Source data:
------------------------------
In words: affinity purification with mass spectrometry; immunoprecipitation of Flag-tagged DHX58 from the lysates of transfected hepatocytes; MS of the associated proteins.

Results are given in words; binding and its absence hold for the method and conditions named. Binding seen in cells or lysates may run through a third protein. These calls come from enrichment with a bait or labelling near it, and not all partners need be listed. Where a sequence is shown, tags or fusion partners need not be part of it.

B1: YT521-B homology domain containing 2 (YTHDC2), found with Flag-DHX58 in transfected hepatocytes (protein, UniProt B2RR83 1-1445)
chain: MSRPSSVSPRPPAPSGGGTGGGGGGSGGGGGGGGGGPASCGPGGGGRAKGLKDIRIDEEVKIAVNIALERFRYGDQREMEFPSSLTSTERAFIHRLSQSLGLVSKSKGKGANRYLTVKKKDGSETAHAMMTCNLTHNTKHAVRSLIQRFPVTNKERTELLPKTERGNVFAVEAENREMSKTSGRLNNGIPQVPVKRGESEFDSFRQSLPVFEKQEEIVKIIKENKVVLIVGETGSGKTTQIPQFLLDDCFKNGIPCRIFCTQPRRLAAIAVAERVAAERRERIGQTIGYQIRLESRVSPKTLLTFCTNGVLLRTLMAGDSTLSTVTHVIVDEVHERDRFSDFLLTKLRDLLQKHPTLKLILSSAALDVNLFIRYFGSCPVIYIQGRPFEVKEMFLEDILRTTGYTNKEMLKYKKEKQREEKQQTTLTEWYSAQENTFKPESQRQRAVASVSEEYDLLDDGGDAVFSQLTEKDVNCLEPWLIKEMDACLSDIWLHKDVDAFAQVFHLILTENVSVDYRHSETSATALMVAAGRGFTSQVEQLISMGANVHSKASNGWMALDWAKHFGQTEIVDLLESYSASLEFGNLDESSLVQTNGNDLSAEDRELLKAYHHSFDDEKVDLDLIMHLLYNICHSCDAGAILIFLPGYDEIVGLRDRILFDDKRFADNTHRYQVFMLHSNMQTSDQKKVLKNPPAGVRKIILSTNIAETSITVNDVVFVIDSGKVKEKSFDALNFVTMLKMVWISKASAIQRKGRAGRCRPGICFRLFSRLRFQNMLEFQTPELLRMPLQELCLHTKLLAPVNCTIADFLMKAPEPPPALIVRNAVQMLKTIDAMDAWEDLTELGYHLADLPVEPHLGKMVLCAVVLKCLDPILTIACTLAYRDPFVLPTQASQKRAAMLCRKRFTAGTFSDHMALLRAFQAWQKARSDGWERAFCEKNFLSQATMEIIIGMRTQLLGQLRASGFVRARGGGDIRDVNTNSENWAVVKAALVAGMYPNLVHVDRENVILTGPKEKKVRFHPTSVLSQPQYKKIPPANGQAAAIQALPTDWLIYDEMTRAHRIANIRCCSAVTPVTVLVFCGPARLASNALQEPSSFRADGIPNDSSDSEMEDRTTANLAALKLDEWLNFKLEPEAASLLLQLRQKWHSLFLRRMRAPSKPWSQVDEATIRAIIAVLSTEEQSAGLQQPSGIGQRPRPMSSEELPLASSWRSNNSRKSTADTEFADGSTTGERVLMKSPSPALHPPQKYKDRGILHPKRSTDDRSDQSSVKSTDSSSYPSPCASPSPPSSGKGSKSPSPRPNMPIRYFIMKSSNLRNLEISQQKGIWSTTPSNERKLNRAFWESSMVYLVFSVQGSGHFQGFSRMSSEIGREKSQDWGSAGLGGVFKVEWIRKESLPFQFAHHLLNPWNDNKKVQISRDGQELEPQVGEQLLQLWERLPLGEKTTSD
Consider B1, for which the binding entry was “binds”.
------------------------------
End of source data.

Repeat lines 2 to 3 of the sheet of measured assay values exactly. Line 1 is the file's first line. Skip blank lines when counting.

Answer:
Results are given in words; binding and its absence hold for the method and conditions named. Binding seen in cells or lysates may run through a third protein. These calls come from enrichment with a bait or labelling near it, and not all partners need be listed. Where a sequence is shown, tags or fusion partners need not be part of it.

B1: YT521-B homology domain containing 2 (YTHDC2), found with Flag-DHX58 in transfected hepatocytes (protein, UniProt B2RR83 1-1445)